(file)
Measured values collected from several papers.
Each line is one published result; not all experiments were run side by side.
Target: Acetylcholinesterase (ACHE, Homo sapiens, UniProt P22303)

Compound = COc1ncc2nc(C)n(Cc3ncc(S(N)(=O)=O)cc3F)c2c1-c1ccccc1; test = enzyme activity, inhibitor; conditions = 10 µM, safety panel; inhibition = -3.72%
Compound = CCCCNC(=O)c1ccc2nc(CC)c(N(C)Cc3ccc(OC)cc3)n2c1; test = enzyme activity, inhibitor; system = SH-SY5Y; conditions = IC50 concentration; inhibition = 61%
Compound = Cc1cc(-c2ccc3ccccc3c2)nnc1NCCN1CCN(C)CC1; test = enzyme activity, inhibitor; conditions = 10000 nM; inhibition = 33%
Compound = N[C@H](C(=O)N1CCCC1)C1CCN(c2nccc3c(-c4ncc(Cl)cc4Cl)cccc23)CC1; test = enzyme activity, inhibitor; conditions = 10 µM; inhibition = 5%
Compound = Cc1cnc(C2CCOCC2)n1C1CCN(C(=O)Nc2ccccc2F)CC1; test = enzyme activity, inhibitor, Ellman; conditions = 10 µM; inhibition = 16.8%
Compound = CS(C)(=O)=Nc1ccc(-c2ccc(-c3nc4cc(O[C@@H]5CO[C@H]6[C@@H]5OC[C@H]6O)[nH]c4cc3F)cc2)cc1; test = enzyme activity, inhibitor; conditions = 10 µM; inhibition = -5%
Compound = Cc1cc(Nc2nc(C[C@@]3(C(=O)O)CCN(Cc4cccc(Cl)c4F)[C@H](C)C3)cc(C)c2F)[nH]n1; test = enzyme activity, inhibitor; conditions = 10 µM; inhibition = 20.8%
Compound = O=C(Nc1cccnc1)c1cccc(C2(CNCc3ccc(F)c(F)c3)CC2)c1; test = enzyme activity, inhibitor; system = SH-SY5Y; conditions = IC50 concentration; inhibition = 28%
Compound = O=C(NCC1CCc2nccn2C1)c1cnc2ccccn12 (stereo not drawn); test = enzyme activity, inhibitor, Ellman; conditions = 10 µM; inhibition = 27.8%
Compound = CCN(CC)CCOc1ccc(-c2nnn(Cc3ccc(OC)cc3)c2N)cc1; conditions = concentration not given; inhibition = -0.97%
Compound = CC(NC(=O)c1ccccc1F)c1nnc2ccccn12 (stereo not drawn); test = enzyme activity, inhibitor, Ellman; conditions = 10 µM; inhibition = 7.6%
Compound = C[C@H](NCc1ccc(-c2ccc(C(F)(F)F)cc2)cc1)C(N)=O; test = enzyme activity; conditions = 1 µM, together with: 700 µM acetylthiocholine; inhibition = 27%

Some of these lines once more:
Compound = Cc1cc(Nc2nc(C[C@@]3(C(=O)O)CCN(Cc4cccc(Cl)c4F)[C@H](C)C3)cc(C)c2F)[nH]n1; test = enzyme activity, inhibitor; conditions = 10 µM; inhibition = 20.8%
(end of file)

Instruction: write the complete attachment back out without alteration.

Measured values collected from several papers.
Each line is one published result; not all experiments were run side by side.
Target: Acetylcholinesterase (ACHE, Homo sapiens, UniProt P22303)

Compound = COc1ncc2nc(C)n(Cc3ncc(S(N)(=O)=O)cc3F)c2c1-c1ccccc1; test = enzyme activity, inhibitor; conditions = 10 µM, safety panel; inhibition = -3.72%
Compound = CCCCNC(=O)c1ccc2nc(CC)c(N(C)Cc3ccc(OC)cc3)n2c1; test = enzyme activity, inhibitor; system = SH-SY5Y; conditions = IC50 concentration; inhibition = 61%
Compound = Cc1cc(-c2ccc3ccccc3c2)nnc1NCCN1CCN(C)CC1; test = enzyme activity, inhibitor; conditions = 10000 nM; inhibition = 33%
Compound = N[C@H](C(=O)N1CCCC1)C1CCN(c2nccc3c(-c4ncc(Cl)cc4Cl)cccc23)CC1; test = enzyme activity, inhibitor; conditions = 10 µM; inhibition = 5%
Compound = Cc1cnc(C2CCOCC2)n1C1CCN(C(=O)Nc2ccccc2F)CC1; test = enzyme activity, inhibitor, Ellman; conditions = 10 µM; inhibition = 16.8%
Compound = CS(C)(=O)=Nc1ccc(-c2ccc(-c3nc4cc(O[C@@H]5CO[C@H]6[C@@H]5OC[C@H]6O)[nH]c4cc3F)cc2)cc1; test = enzyme activity, inhibitor; conditions = 10 µM; inhibition = -5%
Compound = Cc1cc(Nc2nc(C[C@@]3(C(=O)O)CCN(Cc4cccc(Cl)c4F)[C@H](C)C3)cc(C)c2F)[nH]n1; test = enzyme activity, inhibitor; conditions = 10 µM; inhibition = 20.8%
Compound = O=C(Nc1cccnc1)c1cccc(C2(CNCc3ccc(F)c(F)c3)CC2)c1; test = enzyme activity, inhibitor; system = SH-SY5Y; conditions = IC50 concentration; inhibition = 28%
Compound = O=C(NCC1CCc2nccn2C1)c1cnc2ccccn12 (stereo not drawn); test = enzyme activity, inhibitor, Ellman; conditions = 10 µM; inhibition = 27.8%
Compound = CCN(CC)CCOc1ccc(-c2nnn(Cc3ccc(OC)cc3)c2N)cc1; conditions = concentration not given; inhibition = -0.97%
Compound = CC(NC(=O)c1ccccc1F)c1nnc2ccccn12 (stereo not drawn); test = enzyme activity, inhibitor, Ellman; conditions = 10 µM; inhibition = 7.6%
Compound = C[C@H](NCc1ccc(-c2ccc(C(F)(F)F)cc2)cc1)C(N)=O; test = enzyme activity; conditions = 1 µM, together with: 700 µM acetylthiocholine; inhibition = 27%

Some of these lines once more:
Compound = Cc1cc(Nc2nc(C[C@@]3(C(=O)O)CCN(Cc4cccc(Cl)c4F)[C@H](C)C3)cc(C)c2F)[nH]n1; test = enzyme activity, inhibitor; conditions = 10 µM; inhibition = 20.8%